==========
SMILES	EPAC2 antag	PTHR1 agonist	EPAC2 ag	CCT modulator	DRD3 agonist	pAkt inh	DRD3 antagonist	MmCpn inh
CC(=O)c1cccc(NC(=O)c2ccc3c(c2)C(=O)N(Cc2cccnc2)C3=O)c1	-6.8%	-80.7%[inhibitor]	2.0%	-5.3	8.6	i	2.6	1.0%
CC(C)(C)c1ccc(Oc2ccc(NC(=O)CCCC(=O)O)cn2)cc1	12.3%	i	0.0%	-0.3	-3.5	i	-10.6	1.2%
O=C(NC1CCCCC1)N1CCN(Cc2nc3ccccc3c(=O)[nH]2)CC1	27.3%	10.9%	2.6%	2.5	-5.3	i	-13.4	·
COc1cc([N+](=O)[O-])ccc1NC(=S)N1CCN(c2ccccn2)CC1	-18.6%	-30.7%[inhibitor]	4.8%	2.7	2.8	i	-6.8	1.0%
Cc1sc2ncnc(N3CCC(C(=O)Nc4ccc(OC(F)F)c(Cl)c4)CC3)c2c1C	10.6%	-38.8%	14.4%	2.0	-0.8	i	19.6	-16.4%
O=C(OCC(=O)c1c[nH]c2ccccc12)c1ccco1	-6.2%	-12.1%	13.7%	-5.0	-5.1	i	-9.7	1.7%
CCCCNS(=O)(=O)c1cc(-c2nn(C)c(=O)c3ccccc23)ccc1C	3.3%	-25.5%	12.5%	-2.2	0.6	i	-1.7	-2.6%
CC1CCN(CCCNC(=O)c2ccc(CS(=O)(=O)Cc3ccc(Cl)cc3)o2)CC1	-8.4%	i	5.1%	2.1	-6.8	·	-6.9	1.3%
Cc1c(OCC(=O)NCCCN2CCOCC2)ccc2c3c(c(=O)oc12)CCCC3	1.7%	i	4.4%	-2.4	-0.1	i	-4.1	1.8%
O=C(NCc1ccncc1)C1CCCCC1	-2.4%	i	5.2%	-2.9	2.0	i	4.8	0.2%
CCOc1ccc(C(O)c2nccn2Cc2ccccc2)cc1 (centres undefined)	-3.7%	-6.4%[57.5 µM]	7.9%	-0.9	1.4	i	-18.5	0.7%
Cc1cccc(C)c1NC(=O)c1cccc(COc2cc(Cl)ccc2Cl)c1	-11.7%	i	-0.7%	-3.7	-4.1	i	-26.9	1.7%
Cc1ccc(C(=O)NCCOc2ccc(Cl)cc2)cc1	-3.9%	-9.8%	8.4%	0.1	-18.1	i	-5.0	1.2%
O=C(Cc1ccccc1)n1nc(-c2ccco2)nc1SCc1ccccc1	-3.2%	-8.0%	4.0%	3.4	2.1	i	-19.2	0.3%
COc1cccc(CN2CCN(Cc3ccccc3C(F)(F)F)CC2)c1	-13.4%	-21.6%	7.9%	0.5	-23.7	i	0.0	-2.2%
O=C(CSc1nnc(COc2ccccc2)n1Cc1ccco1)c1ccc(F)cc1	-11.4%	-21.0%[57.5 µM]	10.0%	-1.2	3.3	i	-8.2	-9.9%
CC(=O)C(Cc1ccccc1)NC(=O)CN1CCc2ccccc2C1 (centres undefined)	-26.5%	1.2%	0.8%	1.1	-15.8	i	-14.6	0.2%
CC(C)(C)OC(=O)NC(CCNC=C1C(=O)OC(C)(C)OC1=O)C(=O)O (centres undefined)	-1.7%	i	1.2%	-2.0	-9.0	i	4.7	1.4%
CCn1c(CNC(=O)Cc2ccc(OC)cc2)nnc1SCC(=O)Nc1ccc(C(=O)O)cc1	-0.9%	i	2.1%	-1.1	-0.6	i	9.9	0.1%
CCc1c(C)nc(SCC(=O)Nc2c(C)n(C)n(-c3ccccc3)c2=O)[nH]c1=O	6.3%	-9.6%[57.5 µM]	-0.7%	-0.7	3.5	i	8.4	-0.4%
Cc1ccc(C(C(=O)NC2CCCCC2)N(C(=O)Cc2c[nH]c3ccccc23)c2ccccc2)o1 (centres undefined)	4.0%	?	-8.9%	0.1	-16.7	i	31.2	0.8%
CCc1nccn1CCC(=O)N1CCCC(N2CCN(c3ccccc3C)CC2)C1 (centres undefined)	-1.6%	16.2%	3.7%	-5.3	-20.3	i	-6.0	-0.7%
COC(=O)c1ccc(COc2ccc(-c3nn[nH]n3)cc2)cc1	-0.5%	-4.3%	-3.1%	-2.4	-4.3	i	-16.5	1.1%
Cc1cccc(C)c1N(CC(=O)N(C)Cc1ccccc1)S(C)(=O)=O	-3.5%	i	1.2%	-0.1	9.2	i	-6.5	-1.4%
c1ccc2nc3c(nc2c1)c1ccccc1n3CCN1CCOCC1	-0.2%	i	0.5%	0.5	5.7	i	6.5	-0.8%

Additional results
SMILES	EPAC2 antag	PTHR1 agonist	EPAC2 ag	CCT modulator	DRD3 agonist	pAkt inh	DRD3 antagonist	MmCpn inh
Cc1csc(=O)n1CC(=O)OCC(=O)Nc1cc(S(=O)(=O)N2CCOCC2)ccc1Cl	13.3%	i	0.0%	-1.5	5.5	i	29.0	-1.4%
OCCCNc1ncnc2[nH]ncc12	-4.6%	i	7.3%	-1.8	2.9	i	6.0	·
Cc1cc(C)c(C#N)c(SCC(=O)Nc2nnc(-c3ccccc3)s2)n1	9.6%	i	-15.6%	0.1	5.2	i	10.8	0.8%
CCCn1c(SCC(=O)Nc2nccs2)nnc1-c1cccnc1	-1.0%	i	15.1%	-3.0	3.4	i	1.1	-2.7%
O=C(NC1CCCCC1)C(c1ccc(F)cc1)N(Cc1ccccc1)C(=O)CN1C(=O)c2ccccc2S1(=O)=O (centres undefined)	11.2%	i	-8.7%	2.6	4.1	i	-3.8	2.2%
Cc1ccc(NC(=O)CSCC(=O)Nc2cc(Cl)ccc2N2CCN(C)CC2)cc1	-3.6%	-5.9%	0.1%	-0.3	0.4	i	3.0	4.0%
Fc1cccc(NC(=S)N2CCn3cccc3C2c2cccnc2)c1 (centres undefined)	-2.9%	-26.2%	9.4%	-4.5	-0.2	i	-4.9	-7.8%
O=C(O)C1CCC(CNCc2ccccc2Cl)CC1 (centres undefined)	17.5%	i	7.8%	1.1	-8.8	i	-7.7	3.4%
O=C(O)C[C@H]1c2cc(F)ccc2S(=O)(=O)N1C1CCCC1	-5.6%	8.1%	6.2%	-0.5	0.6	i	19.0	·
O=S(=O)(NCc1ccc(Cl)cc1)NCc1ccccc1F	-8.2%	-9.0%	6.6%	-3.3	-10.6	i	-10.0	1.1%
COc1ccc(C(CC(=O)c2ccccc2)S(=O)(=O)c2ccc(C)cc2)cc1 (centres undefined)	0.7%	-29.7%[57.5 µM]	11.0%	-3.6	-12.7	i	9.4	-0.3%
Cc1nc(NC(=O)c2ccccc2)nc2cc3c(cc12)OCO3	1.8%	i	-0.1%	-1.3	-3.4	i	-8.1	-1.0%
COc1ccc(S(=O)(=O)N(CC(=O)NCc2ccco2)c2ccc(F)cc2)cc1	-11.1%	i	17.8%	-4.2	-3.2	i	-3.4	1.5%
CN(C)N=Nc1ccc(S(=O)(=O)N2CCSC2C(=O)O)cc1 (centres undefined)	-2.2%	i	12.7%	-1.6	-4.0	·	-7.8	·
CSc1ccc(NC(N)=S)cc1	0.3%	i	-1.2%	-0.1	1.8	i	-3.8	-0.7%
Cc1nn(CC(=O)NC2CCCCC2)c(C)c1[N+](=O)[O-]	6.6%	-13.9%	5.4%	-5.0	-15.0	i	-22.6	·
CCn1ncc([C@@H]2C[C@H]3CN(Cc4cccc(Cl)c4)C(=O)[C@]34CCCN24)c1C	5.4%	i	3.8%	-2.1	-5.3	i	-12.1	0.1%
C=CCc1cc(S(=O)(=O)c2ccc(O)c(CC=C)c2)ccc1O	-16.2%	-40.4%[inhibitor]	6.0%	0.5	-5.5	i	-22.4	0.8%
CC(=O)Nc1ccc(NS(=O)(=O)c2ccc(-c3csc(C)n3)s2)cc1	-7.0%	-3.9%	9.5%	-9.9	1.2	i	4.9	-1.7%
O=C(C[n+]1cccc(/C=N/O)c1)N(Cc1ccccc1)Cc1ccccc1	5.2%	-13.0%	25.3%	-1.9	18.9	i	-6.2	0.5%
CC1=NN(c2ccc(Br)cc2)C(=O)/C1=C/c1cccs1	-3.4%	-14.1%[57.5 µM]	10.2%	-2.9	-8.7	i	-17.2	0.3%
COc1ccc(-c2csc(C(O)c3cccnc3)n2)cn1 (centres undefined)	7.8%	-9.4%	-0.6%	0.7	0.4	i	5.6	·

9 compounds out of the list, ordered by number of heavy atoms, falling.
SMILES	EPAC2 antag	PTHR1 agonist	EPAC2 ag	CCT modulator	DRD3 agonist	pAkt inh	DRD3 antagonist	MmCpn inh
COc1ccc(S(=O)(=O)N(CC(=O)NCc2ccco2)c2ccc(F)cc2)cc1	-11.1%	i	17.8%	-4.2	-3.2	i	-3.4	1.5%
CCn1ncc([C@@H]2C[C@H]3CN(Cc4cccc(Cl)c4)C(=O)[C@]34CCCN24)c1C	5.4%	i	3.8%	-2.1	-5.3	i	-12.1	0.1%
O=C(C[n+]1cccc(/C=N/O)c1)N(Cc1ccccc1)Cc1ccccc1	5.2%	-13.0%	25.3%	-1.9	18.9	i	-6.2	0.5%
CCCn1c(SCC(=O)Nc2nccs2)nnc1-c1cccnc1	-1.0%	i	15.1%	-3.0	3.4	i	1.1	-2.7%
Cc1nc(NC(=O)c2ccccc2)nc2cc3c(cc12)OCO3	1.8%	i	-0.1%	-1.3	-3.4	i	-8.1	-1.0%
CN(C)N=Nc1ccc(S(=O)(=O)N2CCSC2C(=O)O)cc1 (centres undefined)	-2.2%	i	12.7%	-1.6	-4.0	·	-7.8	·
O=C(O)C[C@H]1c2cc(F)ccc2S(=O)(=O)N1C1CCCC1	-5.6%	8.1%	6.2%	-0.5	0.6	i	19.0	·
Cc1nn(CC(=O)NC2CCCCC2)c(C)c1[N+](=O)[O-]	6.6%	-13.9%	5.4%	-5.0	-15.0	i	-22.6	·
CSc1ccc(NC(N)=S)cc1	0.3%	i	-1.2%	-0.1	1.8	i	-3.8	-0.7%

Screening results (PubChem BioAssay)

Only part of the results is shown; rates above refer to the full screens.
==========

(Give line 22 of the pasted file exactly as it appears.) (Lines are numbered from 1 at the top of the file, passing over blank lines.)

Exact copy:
Cc1ccc(C(C(=O)NC2CCCCC2)N(C(=O)Cc2c[nH]c3ccccc23)c2ccccc2)o1 (centres undefined)	4.0%	?	-8.9%	0.1	-16.7	i	31.2	0.8%